she pleased Herod and his guests.

  
  

Sensual gratification to lust after the beautiful form of   a young woman.

  
  

And the king said to the girl, "Whatever you ask me, I   will give you, up to half of my kingdom."

  
  

Causes the ruler to make rash promises. He must have been   truly out of his mind.

  
  

24 And she went out and said to her mother, "For what   should I ask?"

  
  

Such an opportunity for influence, advancement never more   wasted.

  
  

And she said, "The head of John the Baptist."

  
  

The vindictive woman doesn't hesitate to seize the moment   for vengeance.        Note3

  
  

25 And she came in immediately with haste to the king and   asked, saying,

  
  

The young lady (?) runs back to make her mother happy -- or   so she thinks.

  
  

"I want you to give me at once the head of John the   Baptist on a platter."

  
  

The girl embellished the awful request with a flourish - "on   a plate" - as tho to dress it.

  
  

26 And the king was exceedingly sorry,

  
  

Stabbed through the chink in his armor, he recoils from   the engagement,

  
  

but because of his oaths and his guests he did not want to   break his word to her.

  
  

but is pressed by pride and vainglory to honor his oath   before these witnesses.

  
  

27 And immediately the king sent an executioner with   orders to bring John's head.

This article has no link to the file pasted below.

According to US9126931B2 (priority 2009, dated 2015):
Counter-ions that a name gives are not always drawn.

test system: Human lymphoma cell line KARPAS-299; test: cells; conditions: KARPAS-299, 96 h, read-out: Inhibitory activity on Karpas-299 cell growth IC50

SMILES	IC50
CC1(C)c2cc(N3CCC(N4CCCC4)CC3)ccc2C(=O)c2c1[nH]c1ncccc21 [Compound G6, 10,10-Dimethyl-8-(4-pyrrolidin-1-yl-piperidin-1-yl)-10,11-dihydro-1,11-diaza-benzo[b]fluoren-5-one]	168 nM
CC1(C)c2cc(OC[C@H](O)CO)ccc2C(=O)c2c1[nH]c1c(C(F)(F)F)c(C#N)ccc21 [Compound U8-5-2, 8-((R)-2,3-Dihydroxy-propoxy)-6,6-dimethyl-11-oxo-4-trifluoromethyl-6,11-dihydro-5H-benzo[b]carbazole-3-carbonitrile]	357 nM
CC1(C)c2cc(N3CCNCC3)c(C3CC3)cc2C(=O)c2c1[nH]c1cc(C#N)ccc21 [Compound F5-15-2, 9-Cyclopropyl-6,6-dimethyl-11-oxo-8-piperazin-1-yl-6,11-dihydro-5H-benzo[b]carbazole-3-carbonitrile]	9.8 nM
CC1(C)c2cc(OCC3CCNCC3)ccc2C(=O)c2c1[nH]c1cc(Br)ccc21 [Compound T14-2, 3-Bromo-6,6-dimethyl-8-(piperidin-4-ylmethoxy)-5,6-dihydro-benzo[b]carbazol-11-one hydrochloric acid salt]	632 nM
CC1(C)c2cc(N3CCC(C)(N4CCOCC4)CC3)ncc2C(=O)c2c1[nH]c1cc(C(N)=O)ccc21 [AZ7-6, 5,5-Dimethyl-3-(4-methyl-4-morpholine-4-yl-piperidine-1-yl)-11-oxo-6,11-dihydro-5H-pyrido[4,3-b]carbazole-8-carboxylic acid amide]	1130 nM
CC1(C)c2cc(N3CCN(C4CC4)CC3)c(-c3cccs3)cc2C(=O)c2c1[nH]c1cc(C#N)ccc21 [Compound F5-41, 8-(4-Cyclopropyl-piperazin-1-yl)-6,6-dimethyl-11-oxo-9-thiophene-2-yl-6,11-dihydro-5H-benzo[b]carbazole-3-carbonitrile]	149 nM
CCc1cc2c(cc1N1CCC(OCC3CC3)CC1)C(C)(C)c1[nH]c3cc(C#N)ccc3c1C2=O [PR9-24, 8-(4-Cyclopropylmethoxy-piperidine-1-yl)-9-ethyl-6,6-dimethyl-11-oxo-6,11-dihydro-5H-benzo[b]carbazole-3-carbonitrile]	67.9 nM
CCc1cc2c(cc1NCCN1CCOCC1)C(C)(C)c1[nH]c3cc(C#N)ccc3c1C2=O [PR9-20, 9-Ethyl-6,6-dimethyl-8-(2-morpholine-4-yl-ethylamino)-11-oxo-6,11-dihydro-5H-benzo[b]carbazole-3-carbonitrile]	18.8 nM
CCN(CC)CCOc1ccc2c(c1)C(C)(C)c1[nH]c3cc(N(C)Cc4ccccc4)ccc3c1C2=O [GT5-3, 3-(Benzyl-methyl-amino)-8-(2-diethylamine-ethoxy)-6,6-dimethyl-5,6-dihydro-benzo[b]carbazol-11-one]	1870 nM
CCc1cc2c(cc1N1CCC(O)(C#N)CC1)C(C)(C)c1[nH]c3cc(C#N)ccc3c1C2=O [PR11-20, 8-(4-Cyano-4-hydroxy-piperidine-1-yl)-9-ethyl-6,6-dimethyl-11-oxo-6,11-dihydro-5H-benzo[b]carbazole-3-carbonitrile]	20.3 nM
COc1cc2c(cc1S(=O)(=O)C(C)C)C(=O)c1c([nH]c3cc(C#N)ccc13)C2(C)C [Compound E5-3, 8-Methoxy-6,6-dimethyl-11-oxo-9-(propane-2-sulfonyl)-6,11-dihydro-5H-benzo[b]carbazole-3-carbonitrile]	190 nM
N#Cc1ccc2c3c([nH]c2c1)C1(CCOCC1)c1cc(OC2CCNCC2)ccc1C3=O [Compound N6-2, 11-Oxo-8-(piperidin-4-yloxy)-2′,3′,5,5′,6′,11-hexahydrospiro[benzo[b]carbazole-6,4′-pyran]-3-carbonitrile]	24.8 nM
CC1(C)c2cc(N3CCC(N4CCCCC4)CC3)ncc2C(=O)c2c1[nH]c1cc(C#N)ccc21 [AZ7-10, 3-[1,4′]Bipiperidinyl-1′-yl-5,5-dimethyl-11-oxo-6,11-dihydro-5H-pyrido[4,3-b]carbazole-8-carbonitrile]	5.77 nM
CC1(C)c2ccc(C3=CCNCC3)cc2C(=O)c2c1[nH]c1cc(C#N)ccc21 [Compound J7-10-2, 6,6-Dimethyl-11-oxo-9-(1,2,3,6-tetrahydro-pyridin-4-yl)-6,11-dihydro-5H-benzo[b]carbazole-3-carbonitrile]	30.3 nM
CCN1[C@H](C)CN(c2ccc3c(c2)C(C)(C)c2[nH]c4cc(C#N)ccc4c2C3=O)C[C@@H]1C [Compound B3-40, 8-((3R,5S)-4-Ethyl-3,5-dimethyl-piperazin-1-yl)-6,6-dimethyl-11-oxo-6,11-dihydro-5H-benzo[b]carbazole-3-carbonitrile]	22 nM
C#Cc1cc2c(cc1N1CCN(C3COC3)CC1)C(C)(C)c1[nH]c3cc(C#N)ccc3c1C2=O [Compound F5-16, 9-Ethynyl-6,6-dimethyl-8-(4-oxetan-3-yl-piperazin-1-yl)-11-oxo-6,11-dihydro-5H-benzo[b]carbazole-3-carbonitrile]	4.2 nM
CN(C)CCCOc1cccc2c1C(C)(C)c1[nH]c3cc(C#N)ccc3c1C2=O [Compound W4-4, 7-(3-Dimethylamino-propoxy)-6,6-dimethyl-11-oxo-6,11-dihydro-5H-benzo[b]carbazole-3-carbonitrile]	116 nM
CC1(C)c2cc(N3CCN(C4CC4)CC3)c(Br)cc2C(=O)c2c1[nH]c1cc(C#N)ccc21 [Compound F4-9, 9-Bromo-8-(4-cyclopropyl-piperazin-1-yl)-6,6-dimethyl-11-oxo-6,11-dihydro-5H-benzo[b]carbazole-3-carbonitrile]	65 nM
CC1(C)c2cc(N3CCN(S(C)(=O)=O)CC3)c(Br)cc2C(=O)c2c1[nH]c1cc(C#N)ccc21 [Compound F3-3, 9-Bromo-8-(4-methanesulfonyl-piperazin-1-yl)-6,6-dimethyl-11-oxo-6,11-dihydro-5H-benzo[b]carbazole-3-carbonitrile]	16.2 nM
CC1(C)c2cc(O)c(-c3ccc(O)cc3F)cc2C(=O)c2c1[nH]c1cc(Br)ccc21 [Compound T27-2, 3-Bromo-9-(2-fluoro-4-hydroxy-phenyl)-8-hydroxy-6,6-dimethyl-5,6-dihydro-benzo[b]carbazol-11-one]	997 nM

How quickly the pivotal career comes to an end -- at the   stroke of hatred and steel.

  
  

He went and beheaded him in prison

  
  

John's one-way trip to Herod's prison. He did not leave in   one piece.

  
  

28 and brought his head on a platter and gave it to the   girl

  
  

The executioner presents as requested. Poor John's head passed   from one to another...

  
  

and the girl gave it to her mother.

  
  

OK Herodias, are you satisfied now? A most gruesome   present. How quickly the gift spoiled in her sight.                      Note4

  
  

29 When his disciples heard of it,

  
  

Such sad news to reach his followers. After years (2.5?)   of serving this great man.

  
  

they came and took his body and laid it in a tomb.

  
  

Interring his beheaded corpse their final homage to the   Messiah's Messenger. Note5

  

 

Note1: Historical Setting - Luke3:1 Technically, Herod not a King, but a Tetrarch or governor.

 

Note2: Herod was 'lawfully' married to Herodias, but not joined to her as God intended. Why? She was still bound to her first husband, Philip, whom she divorced. See Matt19.5&9 and Romans7.1-3. Herod also had divorced his 1stwife, a younger princess from the East, in order to marry Herodias.

 

Note3: "It never goes well when the hen crows. How many have we known, whose heads have been broken with their own rib?" (Trapp)

 

Note4: They had each other as their mutual reward: Herod and Herodias both banished to Gaul, where they committed suicide.

 

Note5: If this is what they do to the Announcer, what will they do to the King?

notes by David Teel Saturday, April 19, 2014